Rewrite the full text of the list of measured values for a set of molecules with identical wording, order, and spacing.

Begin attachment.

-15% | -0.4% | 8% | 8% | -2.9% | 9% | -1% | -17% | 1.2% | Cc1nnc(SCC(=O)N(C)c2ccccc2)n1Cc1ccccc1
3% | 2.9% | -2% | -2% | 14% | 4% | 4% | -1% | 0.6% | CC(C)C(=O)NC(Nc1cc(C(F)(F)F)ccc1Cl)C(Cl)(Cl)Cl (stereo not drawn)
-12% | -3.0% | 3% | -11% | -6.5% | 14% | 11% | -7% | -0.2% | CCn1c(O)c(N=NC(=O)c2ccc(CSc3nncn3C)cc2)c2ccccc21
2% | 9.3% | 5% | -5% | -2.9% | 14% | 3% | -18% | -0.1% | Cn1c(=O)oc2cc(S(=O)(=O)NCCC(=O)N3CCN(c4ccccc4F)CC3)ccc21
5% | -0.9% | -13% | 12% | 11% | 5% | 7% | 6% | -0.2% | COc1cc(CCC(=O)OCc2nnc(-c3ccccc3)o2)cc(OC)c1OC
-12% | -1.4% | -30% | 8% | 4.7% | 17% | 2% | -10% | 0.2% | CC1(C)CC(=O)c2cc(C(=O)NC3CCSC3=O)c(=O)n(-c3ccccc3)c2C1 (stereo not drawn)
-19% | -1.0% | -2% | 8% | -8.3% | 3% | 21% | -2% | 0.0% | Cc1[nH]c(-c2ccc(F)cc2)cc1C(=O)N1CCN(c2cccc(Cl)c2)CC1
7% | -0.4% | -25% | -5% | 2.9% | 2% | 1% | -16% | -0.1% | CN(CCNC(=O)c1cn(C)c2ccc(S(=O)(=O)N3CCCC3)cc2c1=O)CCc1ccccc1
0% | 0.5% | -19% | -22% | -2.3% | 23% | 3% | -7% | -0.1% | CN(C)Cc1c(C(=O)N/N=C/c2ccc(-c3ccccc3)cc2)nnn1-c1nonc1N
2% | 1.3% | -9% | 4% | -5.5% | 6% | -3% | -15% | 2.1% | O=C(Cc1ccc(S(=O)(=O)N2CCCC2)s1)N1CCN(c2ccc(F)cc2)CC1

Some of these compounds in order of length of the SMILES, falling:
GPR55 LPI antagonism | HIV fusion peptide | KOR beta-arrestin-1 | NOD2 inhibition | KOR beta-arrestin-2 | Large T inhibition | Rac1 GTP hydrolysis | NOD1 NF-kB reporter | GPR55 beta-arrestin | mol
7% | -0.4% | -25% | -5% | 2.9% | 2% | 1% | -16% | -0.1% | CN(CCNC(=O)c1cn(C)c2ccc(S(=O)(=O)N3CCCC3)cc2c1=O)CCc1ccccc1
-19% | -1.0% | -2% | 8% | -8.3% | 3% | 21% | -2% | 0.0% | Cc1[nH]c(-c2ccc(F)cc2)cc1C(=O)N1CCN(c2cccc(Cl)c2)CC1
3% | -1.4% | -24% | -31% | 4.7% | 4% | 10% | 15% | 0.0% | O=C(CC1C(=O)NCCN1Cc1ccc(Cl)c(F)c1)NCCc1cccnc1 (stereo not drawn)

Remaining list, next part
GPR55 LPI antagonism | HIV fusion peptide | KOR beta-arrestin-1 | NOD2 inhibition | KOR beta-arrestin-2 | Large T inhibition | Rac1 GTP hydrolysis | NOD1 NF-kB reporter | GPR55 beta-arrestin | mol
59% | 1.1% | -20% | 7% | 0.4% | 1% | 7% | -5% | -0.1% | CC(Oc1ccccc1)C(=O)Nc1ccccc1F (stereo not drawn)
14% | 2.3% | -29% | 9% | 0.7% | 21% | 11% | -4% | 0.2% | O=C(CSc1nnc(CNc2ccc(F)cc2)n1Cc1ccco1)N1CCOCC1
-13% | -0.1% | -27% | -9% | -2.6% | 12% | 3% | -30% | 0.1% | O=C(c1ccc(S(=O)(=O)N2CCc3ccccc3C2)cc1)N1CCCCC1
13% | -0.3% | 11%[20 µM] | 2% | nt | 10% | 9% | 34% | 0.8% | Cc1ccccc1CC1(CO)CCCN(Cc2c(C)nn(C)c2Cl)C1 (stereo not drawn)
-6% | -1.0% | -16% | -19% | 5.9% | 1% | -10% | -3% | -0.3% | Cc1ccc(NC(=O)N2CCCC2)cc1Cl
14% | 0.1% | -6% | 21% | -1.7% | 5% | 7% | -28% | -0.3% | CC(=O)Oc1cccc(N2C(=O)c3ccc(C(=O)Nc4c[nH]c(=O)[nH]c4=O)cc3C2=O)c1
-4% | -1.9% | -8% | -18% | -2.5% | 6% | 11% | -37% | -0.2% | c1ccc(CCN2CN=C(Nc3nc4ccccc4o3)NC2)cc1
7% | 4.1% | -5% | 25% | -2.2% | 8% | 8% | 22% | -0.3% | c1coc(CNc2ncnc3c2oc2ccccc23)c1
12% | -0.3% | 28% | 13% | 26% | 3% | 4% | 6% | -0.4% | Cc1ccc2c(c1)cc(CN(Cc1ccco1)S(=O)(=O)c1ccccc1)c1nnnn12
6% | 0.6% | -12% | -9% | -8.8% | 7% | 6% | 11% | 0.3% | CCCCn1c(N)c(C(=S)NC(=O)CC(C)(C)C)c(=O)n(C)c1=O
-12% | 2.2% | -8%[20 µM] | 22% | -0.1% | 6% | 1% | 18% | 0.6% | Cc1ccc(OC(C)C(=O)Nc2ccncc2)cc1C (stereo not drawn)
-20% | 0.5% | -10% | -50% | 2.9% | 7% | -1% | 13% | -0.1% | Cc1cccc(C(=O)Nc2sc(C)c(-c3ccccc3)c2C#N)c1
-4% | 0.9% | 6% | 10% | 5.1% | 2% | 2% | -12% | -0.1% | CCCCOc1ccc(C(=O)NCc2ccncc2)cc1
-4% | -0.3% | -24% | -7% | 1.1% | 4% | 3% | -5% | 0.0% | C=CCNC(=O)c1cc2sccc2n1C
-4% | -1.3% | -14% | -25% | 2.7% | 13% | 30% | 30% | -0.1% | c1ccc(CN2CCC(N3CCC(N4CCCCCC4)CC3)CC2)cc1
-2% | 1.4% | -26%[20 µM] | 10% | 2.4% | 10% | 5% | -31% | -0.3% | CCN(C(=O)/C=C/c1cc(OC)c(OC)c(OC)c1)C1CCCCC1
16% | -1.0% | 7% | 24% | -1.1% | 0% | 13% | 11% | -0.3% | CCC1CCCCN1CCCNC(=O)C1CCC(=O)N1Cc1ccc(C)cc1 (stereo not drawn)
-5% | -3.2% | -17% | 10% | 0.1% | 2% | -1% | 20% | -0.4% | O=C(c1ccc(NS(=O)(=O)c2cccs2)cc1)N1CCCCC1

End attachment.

-15% | -0.4% | 8% | 8% | -2.9% | 9% | -1% | -17% | 1.2% | Cc1nnc(SCC(=O)N(C)c2ccccc2)n1Cc1ccccc1
3% | 2.9% | -2% | -2% | 14% | 4% | 4% | -1% | 0.6% | CC(C)C(=O)NC(Nc1cc(C(F)(F)F)ccc1Cl)C(Cl)(Cl)Cl (stereo not drawn)
-12% | -3.0% | 3% | -11% | -6.5% | 14% | 11% | -7% | -0.2% | CCn1c(O)c(N=NC(=O)c2ccc(CSc3nncn3C)cc2)c2ccccc21
2% | 9.3% | 5% | -5% | -2.9% | 14% | 3% | -18% | -0.1% | Cn1c(=O)oc2cc(S(=O)(=O)NCCC(=O)N3CCN(c4ccccc4F)CC3)ccc21
5% | -0.9% | -13% | 12% | 11% | 5% | 7% | 6% | -0.2% | COc1cc(CCC(=O)OCc2nnc(-c3ccccc3)o2)cc(OC)c1OC
-12% | -1.4% | -30% | 8% | 4.7% | 17% | 2% | -10% | 0.2% | CC1(C)CC(=O)c2cc(C(=O)NC3CCSC3=O)c(=O)n(-c3ccccc3)c2C1 (stereo not drawn)
-19% | -1.0% | -2% | 8% | -8.3% | 3% | 21% | -2% | 0.0% | Cc1[nH]c(-c2ccc(F)cc2)cc1C(=O)N1CCN(c2cccc(Cl)c2)CC1
7% | -0.4% | -25% | -5% | 2.9% | 2% | 1% | -16% | -0.1% | CN(CCNC(=O)c1cn(C)c2ccc(S(=O)(=O)N3CCCC3)cc2c1=O)CCc1ccccc1
0% | 0.5% | -19% | -22% | -2.3% | 23% | 3% | -7% | -0.1% | CN(C)Cc1c(C(=O)N/N=C/c2ccc(-c3ccccc3)cc2)nnn1-c1nonc1N
2% | 1.3% | -9% | 4% | -5.5% | 6% | -3% | -15% | 2.1% | O=C(Cc1ccc(S(=O)(=O)N2CCCC2)s1)N1CCN(c2ccc(F)cc2)CC1

Some of these compounds in order of length of the SMILES, falling:
GPR55 LPI antagonism | HIV fusion peptide | KOR beta-arrestin-1 | NOD2 inhibition | KOR beta-arrestin-2 | Large T inhibition | Rac1 GTP hydrolysis | NOD1 NF-kB reporter | GPR55 beta-arrestin | mol
7% | -0.4% | -25% | -5% | 2.9% | 2% | 1% | -16% | -0.1% | CN(CCNC(=O)c1cn(C)c2ccc(S(=O)(=O)N3CCCC3)cc2c1=O)CCc1ccccc1
-19% | -1.0% | -2% | 8% | -8.3% | 3% | 21% | -2% | 0.0% | Cc1[nH]c(-c2ccc(F)cc2)cc1C(=O)N1CCN(c2cccc(Cl)c2)CC1
3% | -1.4% | -24% | -31% | 4.7% | 4% | 10% | 15% | 0.0% | O=C(CC1C(=O)NCCN1Cc1ccc(Cl)c(F)c1)NCCc1cccnc1 (stereo not drawn)

Remaining list, next part
GPR55 LPI antagonism | HIV fusion peptide | KOR beta-arrestin-1 | NOD2 inhibition | KOR beta-arrestin-2 | Large T inhibition | Rac1 GTP hydrolysis | NOD1 NF-kB reporter | GPR55 beta-arrestin | mol
59% | 1.1% | -20% | 7% | 0.4% | 1% | 7% | -5% | -0.1% | CC(Oc1ccccc1)C(=O)Nc1ccccc1F (stereo not drawn)
14% | 2.3% | -29% | 9% | 0.7% | 21% | 11% | -4% | 0.2% | O=C(CSc1nnc(CNc2ccc(F)cc2)n1Cc1ccco1)N1CCOCC1
-13% | -0.1% | -27% | -9% | -2.6% | 12% | 3% | -30% | 0.1% | O=C(c1ccc(S(=O)(=O)N2CCc3ccccc3C2)cc1)N1CCCCC1
13% | -0.3% | 11%[20 µM] | 2% | nt | 10% | 9% | 34% | 0.8% | Cc1ccccc1CC1(CO)CCCN(Cc2c(C)nn(C)c2Cl)C1 (stereo not drawn)
-6% | -1.0% | -16% | -19% | 5.9% | 1% | -10% | -3% | -0.3% | Cc1ccc(NC(=O)N2CCCC2)cc1Cl
14% | 0.1% | -6% | 21% | -1.7% | 5% | 7% | -28% | -0.3% | CC(=O)Oc1cccc(N2C(=O)c3ccc(C(=O)Nc4c[nH]c(=O)[nH]c4=O)cc3C2=O)c1
-4% | -1.9% | -8% | -18% | -2.5% | 6% | 11% | -37% | -0.2% | c1ccc(CCN2CN=C(Nc3nc4ccccc4o3)NC2)cc1
7% | 4.1% | -5% | 25% | -2.2% | 8% | 8% | 22% | -0.3% | c1coc(CNc2ncnc3c2oc2ccccc23)c1
12% | -0.3% | 28% | 13% | 26% | 3% | 4% | 6% | -0.4% | Cc1ccc2c(c1)cc(CN(Cc1ccco1)S(=O)(=O)c1ccccc1)c1nnnn12
6% | 0.6% | -12% | -9% | -8.8% | 7% | 6% | 11% | 0.3% | CCCCn1c(N)c(C(=S)NC(=O)CC(C)(C)C)c(=O)n(C)c1=O
-12% | 2.2% | -8%[20 µM] | 22% | -0.1% | 6% | 1% | 18% | 0.6% | Cc1ccc(OC(C)C(=O)Nc2ccncc2)cc1C (stereo not drawn)
-20% | 0.5% | -10% | -50% | 2.9% | 7% | -1% | 13% | -0.1% | Cc1cccc(C(=O)Nc2sc(C)c(-c3ccccc3)c2C#N)c1
-4% | 0.9% | 6% | 10% | 5.1% | 2% | 2% | -12% | -0.1% | CCCCOc1ccc(C(=O)NCc2ccncc2)cc1
-4% | -0.3% | -24% | -7% | 1.1% | 4% | 3% | -5% | 0.0% | C=CCNC(=O)c1cc2sccc2n1C
-4% | -1.3% | -14% | -25% | 2.7% | 13% | 30% | 30% | -0.1% | c1ccc(CN2CCC(N3CCC(N4CCCCCC4)CC3)CC2)cc1
-2% | 1.4% | -26%[20 µM] | 10% | 2.4% | 10% | 5% | -31% | -0.3% | CCN(C(=O)/C=C/c1cc(OC)c(OC)c(OC)c1)C1CCCCC1
16% | -1.0% | 7% | 24% | -1.1% | 0% | 13% | 11% | -0.3% | CCC1CCCCN1CCCNC(=O)C1CCC(=O)N1Cc1ccc(C)cc1 (stereo not drawn)
-5% | -3.2% | -17% | 10% | 0.1% | 2% | -1% | 20% | -0.4% | O=C(c1ccc(NS(=O)(=O)c2cccs2)cc1)N1CCCCC1